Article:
Since war in Ukraine started European Union member states are looking how to bypass Russia and need to rely on them for gas supplies, but many countries in Russia closest neighbourhood are looking for new ways to open travel path towards the rest of the world to avoid going over Russian territory. Poland could be first of former Russia’s allies, now EU member, with significantly powerful idea to get itself out of Russia’s reach and make it’s own situation much easier. Donald Tusk, Poland’s PM, approved late last week project which has aim to build new a new canal which will bypass Russia’s territorial waters and will open new link to Baltic Sea.
At this moment canal which connects Vistula Lagoon with Baltic Sea goes through Russian territorial waters. All sea traffic from the Lagoon and the flourishing port of Elblag the proposed canal would cut through a narrow strip of land, 1 kilometre in length, which separates the lagoon from the sea. Tusk’s final sign off for this projects makes one of rare U-turns in his career and it is entirely caused by the war in Eastern Ukraine. Last year Tusk rejected plans for canal which will cost little bit over $300m CAD. It is worth to mentioned that Poland has 5-year agreement with Russia on navigation rights from the Vistula Lagoon which expires later this year and it is not expected to be extended as Russia already imposed sanctions on Poland’s export of fruit and vegetables to Russia based on Poland’s decision to support EU sanctions to Russia over Ukraine. Poland was and it is seen as Russia’s harshest critic among 28 members of EU and it was leader in calls for tougher sanction to Putin’s regime.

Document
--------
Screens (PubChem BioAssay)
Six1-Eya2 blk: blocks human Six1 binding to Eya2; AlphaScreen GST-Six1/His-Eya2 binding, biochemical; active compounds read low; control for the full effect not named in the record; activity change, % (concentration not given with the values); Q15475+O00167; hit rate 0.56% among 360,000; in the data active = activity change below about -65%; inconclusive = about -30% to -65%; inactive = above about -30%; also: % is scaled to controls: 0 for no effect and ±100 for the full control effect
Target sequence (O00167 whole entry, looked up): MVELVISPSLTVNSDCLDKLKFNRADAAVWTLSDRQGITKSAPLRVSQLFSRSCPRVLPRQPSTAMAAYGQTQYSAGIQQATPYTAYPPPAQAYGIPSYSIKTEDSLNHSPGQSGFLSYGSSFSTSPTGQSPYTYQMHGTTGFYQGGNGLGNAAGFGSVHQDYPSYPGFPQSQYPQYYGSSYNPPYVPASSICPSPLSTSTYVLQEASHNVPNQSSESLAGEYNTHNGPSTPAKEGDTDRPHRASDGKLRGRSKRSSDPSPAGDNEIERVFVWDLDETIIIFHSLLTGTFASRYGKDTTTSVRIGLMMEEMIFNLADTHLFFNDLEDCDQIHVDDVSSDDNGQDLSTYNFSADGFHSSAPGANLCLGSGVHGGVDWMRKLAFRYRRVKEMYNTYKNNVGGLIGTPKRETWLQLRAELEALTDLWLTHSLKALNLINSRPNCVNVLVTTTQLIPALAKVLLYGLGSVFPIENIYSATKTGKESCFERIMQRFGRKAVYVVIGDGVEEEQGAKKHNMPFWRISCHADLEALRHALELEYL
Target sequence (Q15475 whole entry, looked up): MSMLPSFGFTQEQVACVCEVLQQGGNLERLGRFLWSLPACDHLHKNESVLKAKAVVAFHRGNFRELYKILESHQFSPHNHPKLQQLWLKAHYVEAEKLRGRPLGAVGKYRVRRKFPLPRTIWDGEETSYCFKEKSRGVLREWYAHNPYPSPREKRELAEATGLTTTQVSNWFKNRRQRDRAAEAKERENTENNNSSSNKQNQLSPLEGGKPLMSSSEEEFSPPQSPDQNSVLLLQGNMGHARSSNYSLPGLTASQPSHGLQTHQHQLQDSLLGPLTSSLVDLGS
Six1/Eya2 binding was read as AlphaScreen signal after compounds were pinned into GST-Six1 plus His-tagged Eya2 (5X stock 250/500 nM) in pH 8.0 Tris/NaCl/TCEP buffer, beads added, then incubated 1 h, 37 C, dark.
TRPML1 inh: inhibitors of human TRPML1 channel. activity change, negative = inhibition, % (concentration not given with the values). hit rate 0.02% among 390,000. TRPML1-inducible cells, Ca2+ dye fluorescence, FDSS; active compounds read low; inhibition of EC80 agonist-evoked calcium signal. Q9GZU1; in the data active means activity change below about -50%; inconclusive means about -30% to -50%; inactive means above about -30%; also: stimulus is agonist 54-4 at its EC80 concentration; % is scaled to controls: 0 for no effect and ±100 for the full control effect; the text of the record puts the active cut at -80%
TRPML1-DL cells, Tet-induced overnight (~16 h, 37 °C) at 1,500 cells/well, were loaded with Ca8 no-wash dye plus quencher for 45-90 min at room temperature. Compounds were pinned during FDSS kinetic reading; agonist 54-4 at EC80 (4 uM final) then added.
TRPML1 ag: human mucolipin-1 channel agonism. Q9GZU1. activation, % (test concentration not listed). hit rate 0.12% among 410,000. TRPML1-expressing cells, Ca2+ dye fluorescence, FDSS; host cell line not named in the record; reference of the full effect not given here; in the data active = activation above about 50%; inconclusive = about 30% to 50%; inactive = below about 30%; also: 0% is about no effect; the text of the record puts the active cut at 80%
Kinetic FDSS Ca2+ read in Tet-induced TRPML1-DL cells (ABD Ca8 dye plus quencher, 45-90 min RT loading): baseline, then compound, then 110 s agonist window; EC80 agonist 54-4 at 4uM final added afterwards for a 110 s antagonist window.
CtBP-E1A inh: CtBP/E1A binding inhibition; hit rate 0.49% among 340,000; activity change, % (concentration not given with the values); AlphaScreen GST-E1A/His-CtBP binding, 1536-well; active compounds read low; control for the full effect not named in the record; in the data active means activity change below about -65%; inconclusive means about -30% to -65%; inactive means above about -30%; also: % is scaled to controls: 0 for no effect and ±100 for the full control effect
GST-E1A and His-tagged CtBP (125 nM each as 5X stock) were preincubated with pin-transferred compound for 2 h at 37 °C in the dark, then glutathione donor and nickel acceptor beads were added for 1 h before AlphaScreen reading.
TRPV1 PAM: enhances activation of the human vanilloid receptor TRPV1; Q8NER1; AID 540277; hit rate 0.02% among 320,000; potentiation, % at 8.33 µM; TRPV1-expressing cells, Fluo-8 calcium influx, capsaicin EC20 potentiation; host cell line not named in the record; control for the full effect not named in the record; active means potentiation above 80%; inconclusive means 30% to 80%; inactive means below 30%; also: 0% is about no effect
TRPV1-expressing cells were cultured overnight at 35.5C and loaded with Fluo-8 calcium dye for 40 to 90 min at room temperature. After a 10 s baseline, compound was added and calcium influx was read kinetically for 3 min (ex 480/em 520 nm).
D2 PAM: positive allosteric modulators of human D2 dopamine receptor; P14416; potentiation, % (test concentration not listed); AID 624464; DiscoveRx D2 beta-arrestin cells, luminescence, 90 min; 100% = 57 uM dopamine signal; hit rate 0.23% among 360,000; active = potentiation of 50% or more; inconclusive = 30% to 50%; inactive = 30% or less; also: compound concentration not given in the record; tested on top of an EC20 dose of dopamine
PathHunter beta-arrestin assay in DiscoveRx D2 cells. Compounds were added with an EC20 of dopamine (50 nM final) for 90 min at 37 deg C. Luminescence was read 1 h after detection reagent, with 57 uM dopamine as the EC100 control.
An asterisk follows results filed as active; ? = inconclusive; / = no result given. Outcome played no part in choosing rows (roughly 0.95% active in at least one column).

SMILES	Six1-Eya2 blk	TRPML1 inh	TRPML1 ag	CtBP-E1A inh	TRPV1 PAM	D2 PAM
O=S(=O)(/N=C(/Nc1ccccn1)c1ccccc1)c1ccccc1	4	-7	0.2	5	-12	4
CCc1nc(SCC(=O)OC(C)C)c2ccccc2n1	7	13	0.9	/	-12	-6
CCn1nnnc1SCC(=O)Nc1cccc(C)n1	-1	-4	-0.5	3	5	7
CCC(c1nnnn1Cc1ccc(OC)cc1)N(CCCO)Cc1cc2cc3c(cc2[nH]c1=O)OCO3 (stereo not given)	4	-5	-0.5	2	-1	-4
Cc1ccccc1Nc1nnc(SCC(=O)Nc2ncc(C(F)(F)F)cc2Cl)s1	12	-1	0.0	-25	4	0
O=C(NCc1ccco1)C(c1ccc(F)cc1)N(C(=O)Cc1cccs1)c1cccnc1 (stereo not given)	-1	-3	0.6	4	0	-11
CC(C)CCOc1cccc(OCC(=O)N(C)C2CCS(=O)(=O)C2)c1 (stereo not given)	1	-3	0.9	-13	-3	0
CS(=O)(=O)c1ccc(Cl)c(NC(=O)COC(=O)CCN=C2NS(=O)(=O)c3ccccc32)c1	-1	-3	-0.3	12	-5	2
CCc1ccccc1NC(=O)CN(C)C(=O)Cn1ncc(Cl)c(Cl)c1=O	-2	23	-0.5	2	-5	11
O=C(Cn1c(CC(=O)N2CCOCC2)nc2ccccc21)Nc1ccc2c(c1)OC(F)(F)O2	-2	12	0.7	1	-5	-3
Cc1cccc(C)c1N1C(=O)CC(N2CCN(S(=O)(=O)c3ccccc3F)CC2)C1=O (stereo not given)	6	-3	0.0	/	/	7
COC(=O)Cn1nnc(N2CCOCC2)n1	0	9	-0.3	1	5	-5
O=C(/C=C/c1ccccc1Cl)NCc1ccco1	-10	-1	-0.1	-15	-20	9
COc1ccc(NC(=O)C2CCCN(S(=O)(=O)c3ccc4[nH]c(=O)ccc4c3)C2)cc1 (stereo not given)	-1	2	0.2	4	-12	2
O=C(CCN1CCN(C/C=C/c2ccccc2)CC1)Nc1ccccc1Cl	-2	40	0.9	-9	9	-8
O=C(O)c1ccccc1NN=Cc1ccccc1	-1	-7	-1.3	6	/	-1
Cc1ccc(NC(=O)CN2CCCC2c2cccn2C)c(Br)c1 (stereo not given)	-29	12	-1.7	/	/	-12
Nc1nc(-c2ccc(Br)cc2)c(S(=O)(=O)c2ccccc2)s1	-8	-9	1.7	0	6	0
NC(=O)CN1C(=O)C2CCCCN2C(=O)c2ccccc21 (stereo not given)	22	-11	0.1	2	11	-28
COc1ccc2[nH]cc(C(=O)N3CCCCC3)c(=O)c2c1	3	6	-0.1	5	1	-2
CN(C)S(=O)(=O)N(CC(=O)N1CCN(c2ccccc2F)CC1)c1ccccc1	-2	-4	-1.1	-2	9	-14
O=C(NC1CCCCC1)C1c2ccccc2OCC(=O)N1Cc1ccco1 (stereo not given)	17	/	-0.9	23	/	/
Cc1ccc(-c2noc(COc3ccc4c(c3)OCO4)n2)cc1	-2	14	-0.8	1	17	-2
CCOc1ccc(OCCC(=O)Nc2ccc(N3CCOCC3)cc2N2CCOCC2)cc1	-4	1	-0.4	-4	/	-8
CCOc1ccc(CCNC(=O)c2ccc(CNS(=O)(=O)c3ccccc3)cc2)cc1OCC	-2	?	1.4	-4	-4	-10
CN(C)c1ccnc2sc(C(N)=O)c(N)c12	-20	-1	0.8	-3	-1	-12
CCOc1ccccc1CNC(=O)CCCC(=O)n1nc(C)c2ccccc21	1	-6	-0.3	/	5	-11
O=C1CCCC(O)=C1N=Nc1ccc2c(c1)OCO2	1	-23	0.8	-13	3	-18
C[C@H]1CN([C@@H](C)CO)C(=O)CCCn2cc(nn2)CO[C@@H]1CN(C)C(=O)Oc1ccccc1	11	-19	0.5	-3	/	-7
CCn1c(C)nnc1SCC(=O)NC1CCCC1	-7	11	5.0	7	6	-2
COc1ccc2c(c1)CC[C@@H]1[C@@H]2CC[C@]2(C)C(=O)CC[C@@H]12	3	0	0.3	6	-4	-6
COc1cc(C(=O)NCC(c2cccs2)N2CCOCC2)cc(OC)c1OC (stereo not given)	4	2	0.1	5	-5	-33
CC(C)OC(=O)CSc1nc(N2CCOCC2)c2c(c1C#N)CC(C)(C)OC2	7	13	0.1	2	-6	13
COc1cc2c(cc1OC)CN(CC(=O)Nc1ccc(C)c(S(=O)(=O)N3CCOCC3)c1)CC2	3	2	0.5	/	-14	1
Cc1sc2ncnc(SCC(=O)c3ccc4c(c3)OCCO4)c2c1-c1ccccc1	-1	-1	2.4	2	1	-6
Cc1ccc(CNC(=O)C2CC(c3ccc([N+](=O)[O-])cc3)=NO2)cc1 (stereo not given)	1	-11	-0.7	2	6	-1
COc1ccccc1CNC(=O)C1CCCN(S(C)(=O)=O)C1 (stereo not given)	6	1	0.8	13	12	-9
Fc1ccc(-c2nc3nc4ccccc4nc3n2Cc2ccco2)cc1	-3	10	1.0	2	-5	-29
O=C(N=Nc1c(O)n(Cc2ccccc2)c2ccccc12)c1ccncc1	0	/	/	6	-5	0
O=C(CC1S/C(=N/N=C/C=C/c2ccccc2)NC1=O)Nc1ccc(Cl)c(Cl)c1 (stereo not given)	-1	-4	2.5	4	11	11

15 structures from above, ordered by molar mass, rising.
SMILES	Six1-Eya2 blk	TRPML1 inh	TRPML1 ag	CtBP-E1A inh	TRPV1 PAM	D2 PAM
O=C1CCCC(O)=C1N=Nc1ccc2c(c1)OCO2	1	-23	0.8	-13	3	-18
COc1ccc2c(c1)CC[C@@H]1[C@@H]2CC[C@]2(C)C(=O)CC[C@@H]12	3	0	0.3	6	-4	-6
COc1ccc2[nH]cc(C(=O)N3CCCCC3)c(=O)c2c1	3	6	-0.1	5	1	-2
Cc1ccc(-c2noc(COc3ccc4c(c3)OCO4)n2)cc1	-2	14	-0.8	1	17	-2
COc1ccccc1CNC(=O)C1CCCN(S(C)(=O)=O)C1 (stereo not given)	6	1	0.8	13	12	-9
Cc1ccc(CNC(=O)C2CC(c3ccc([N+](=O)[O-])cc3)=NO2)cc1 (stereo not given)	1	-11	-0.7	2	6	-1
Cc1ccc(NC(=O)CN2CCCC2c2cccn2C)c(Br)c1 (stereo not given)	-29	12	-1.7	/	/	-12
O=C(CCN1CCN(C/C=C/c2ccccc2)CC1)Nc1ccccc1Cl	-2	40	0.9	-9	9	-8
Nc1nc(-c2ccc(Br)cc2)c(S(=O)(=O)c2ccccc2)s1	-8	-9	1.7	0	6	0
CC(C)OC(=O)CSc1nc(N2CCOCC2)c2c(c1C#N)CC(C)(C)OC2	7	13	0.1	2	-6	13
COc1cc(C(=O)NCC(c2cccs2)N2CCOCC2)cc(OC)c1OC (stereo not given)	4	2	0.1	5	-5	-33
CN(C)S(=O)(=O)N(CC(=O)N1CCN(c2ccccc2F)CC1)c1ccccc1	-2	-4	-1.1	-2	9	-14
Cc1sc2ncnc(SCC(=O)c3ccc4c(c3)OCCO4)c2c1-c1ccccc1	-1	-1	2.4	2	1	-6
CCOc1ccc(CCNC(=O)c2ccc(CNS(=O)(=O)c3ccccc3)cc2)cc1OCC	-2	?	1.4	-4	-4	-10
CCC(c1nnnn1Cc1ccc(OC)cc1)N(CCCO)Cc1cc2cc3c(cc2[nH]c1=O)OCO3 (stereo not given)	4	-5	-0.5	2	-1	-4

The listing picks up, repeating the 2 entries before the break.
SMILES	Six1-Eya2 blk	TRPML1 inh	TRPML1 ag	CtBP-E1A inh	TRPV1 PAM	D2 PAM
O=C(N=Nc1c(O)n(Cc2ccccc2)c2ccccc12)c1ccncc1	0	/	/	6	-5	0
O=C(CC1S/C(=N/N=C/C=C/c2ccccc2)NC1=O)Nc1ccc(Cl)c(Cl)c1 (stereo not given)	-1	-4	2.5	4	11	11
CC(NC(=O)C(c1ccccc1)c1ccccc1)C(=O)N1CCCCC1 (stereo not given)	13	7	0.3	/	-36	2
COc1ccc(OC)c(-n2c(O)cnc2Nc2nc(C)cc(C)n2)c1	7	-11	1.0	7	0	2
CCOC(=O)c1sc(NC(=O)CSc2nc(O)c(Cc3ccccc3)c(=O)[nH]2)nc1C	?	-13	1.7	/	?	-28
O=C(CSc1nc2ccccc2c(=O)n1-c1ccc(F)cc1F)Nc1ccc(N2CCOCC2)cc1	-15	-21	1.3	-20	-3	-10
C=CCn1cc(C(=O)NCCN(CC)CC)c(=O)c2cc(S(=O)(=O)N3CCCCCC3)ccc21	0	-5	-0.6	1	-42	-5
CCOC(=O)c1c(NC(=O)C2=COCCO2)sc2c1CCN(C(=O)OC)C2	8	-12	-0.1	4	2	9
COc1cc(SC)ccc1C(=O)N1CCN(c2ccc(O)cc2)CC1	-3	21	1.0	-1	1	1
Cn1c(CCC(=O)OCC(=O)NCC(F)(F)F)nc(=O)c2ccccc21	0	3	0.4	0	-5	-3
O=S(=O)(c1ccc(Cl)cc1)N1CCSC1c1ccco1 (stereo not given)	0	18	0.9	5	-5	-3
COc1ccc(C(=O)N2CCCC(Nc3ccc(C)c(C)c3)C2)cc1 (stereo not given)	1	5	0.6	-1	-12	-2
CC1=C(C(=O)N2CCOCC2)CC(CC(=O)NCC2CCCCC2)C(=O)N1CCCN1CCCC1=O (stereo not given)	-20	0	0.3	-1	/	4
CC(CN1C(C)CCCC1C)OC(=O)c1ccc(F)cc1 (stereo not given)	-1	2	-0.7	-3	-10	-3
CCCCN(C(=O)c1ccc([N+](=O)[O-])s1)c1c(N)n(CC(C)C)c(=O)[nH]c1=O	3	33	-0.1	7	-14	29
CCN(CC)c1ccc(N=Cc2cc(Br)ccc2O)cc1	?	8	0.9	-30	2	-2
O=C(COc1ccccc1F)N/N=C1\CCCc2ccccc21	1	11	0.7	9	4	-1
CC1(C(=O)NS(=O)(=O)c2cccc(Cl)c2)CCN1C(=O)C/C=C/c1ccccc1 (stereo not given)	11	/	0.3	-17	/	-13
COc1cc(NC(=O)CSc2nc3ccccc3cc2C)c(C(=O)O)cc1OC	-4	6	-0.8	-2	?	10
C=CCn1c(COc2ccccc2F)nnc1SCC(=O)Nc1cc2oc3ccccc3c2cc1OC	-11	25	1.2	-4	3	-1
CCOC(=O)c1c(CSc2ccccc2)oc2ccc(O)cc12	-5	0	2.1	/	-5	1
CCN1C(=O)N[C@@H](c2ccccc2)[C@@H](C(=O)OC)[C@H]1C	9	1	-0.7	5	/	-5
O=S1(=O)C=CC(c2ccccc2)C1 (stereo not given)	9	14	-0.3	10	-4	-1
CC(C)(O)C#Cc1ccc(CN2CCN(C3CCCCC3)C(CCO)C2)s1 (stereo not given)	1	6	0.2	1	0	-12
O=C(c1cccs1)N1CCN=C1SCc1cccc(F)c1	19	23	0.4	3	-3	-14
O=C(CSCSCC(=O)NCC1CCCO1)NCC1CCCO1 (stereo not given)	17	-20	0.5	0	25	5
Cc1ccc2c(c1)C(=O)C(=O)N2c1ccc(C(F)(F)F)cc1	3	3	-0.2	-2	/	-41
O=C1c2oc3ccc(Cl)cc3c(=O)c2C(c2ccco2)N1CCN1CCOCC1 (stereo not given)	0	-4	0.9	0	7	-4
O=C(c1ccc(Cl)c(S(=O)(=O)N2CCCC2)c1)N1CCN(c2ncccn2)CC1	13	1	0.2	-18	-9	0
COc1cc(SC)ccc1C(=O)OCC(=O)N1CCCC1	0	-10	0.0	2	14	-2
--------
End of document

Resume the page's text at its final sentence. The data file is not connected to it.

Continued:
“We need to respond to the geopolitical situation. The Ukranine crisis has shown clearly that we need to rely more on ourselves and become independent of our largest neighbour” said Polish MP Stanislaw Lamczyk in statement to the local media.
In light of Lamczyk’s statement EU commentators and experts believe that plans to construct the canal mark the latest and probably a final attempt by Poland to shed itself of dependence on its old imperial master. This relationship goes well back to the past and it’s worth to mention that once Polish king Stanislaw Poniatowski was lover and puppet of Russian Empress Catherine The Great which continued later through history all the way to SSSR era when Poland was one of Russian colonies in Eastern Europe.
It will remain to be seen how this project will effect the rest of the European Union and how other member states will react in effort to fight tight grip which Russia has on them especially when it comes to one of the most important issues – natural gas. The rest of EU and the world will need to become more innovative and more orientated to each other if they want to bypass Russia effectively and on long term basis.